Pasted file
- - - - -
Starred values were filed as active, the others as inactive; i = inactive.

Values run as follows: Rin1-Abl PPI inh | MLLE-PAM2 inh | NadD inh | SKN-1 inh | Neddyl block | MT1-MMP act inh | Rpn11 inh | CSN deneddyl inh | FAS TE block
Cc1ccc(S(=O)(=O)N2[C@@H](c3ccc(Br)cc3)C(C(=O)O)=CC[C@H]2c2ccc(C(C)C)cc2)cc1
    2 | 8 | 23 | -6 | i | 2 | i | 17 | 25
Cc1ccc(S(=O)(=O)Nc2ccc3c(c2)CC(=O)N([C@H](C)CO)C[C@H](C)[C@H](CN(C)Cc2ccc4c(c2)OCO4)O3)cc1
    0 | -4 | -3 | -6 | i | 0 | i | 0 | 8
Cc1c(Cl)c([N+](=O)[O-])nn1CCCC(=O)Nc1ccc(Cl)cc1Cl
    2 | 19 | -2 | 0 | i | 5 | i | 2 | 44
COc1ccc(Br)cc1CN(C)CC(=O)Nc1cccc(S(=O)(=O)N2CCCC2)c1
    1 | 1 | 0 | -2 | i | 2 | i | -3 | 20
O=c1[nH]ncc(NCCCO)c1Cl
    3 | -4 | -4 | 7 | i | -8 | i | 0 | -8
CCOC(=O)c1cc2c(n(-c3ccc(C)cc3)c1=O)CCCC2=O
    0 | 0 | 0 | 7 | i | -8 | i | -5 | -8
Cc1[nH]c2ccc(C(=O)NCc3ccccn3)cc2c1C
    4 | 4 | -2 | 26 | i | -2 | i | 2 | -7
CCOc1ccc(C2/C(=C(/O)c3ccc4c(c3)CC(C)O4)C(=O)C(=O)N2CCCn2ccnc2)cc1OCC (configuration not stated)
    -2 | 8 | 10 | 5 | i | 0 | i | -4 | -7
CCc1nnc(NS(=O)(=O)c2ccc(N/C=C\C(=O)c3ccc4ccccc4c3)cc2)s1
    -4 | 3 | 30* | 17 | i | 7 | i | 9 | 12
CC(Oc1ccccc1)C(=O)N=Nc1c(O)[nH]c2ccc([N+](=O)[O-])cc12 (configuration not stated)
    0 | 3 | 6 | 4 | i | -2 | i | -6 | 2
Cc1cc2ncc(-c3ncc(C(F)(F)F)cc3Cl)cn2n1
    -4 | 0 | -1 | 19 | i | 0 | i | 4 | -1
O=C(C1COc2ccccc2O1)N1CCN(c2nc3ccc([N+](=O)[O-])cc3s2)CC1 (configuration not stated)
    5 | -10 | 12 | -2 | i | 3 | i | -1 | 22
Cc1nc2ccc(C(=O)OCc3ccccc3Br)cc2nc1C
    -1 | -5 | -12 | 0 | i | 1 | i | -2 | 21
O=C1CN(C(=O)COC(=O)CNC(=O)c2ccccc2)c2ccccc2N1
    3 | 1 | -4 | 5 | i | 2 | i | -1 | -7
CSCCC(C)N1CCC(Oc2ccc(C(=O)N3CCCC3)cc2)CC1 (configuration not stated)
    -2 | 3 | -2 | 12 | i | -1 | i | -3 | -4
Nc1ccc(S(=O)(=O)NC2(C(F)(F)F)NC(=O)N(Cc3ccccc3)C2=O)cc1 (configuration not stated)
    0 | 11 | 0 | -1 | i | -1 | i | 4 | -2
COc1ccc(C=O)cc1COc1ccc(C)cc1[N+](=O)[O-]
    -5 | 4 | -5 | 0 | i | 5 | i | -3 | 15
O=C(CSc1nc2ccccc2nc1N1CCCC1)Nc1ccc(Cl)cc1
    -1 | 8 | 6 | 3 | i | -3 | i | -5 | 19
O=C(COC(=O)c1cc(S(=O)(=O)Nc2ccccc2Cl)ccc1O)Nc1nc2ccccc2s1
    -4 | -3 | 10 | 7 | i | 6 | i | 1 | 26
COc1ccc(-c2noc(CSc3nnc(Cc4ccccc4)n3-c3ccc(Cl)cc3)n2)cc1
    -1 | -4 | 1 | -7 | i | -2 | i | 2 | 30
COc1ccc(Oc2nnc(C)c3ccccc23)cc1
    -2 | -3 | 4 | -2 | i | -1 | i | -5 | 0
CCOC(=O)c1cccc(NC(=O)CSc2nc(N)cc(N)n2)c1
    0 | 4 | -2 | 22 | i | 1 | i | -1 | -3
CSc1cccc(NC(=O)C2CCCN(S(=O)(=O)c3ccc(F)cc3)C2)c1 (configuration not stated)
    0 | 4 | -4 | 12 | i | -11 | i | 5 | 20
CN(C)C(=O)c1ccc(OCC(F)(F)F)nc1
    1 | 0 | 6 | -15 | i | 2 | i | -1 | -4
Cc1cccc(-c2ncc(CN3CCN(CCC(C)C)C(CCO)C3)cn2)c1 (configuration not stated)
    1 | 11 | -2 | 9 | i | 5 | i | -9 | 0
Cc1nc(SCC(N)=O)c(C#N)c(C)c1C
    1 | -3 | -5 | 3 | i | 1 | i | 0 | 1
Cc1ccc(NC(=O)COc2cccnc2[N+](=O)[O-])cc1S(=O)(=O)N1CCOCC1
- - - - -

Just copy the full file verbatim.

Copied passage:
Starred values were filed as active, the others as inactive; i = inactive.

Values run as follows: Rin1-Abl PPI inh | MLLE-PAM2 inh | NadD inh | SKN-1 inh | Neddyl block | MT1-MMP act inh | Rpn11 inh | CSN deneddyl inh | FAS TE block
Cc1ccc(S(=O)(=O)N2[C@@H](c3ccc(Br)cc3)C(C(=O)O)=CC[C@H]2c2ccc(C(C)C)cc2)cc1
    2 | 8 | 23 | -6 | i | 2 | i | 17 | 25
Cc1ccc(S(=O)(=O)Nc2ccc3c(c2)CC(=O)N([C@H](C)CO)C[C@H](C)[C@H](CN(C)Cc2ccc4c(c2)OCO4)O3)cc1
    0 | -4 | -3 | -6 | i | 0 | i | 0 | 8
Cc1c(Cl)c([N+](=O)[O-])nn1CCCC(=O)Nc1ccc(Cl)cc1Cl
    2 | 19 | -2 | 0 | i | 5 | i | 2 | 44
COc1ccc(Br)cc1CN(C)CC(=O)Nc1cccc(S(=O)(=O)N2CCCC2)c1
    1 | 1 | 0 | -2 | i | 2 | i | -3 | 20
O=c1[nH]ncc(NCCCO)c1Cl
    3 | -4 | -4 | 7 | i | -8 | i | 0 | -8
CCOC(=O)c1cc2c(n(-c3ccc(C)cc3)c1=O)CCCC2=O
    0 | 0 | 0 | 7 | i | -8 | i | -5 | -8
Cc1[nH]c2ccc(C(=O)NCc3ccccn3)cc2c1C
    4 | 4 | -2 | 26 | i | -2 | i | 2 | -7
CCOc1ccc(C2/C(=C(/O)c3ccc4c(c3)CC(C)O4)C(=O)C(=O)N2CCCn2ccnc2)cc1OCC (configuration not stated)
    -2 | 8 | 10 | 5 | i | 0 | i | -4 | -7
CCc1nnc(NS(=O)(=O)c2ccc(N/C=C\C(=O)c3ccc4ccccc4c3)cc2)s1
    -4 | 3 | 30* | 17 | i | 7 | i | 9 | 12
CC(Oc1ccccc1)C(=O)N=Nc1c(O)[nH]c2ccc([N+](=O)[O-])cc12 (configuration not stated)
    0 | 3 | 6 | 4 | i | -2 | i | -6 | 2
Cc1cc2ncc(-c3ncc(C(F)(F)F)cc3Cl)cn2n1
    -4 | 0 | -1 | 19 | i | 0 | i | 4 | -1
O=C(C1COc2ccccc2O1)N1CCN(c2nc3ccc([N+](=O)[O-])cc3s2)CC1 (configuration not stated)
    5 | -10 | 12 | -2 | i | 3 | i | -1 | 22
Cc1nc2ccc(C(=O)OCc3ccccc3Br)cc2nc1C
    -1 | -5 | -12 | 0 | i | 1 | i | -2 | 21
O=C1CN(C(=O)COC(=O)CNC(=O)c2ccccc2)c2ccccc2N1
    3 | 1 | -4 | 5 | i | 2 | i | -1 | -7
CSCCC(C)N1CCC(Oc2ccc(C(=O)N3CCCC3)cc2)CC1 (configuration not stated)
    -2 | 3 | -2 | 12 | i | -1 | i | -3 | -4
Nc1ccc(S(=O)(=O)NC2(C(F)(F)F)NC(=O)N(Cc3ccccc3)C2=O)cc1 (configuration not stated)
    0 | 11 | 0 | -1 | i | -1 | i | 4 | -2
COc1ccc(C=O)cc1COc1ccc(C)cc1[N+](=O)[O-]
    -5 | 4 | -5 | 0 | i | 5 | i | -3 | 15
O=C(CSc1nc2ccccc2nc1N1CCCC1)Nc1ccc(Cl)cc1
    -1 | 8 | 6 | 3 | i | -3 | i | -5 | 19
O=C(COC(=O)c1cc(S(=O)(=O)Nc2ccccc2Cl)ccc1O)Nc1nc2ccccc2s1
    -4 | -3 | 10 | 7 | i | 6 | i | 1 | 26
COc1ccc(-c2noc(CSc3nnc(Cc4ccccc4)n3-c3ccc(Cl)cc3)n2)cc1
    -1 | -4 | 1 | -7 | i | -2 | i | 2 | 30
COc1ccc(Oc2nnc(C)c3ccccc23)cc1
    -2 | -3 | 4 | -2 | i | -1 | i | -5 | 0
CCOC(=O)c1cccc(NC(=O)CSc2nc(N)cc(N)n2)c1
    0 | 4 | -2 | 22 | i | 1 | i | -1 | -3
CSc1cccc(NC(=O)C2CCCN(S(=O)(=O)c3ccc(F)cc3)C2)c1 (configuration not stated)
    0 | 4 | -4 | 12 | i | -11 | i | 5 | 20
CN(C)C(=O)c1ccc(OCC(F)(F)F)nc1
    1 | 0 | 6 | -15 | i | 2 | i | -1 | -4
Cc1cccc(-c2ncc(CN3CCN(CCC(C)C)C(CCO)C3)cn2)c1 (configuration not stated)
    1 | 11 | -2 | 9 | i | 5 | i | -9 | 0
Cc1nc(SCC(N)=O)c(C#N)c(C)c1C
    1 | -3 | -5 | 3 | i | 1 | i | 0 | 1
Cc1ccc(NC(=O)COc2cccnc2[N+](=O)[O-])cc1S(=O)(=O)N1CCOCC1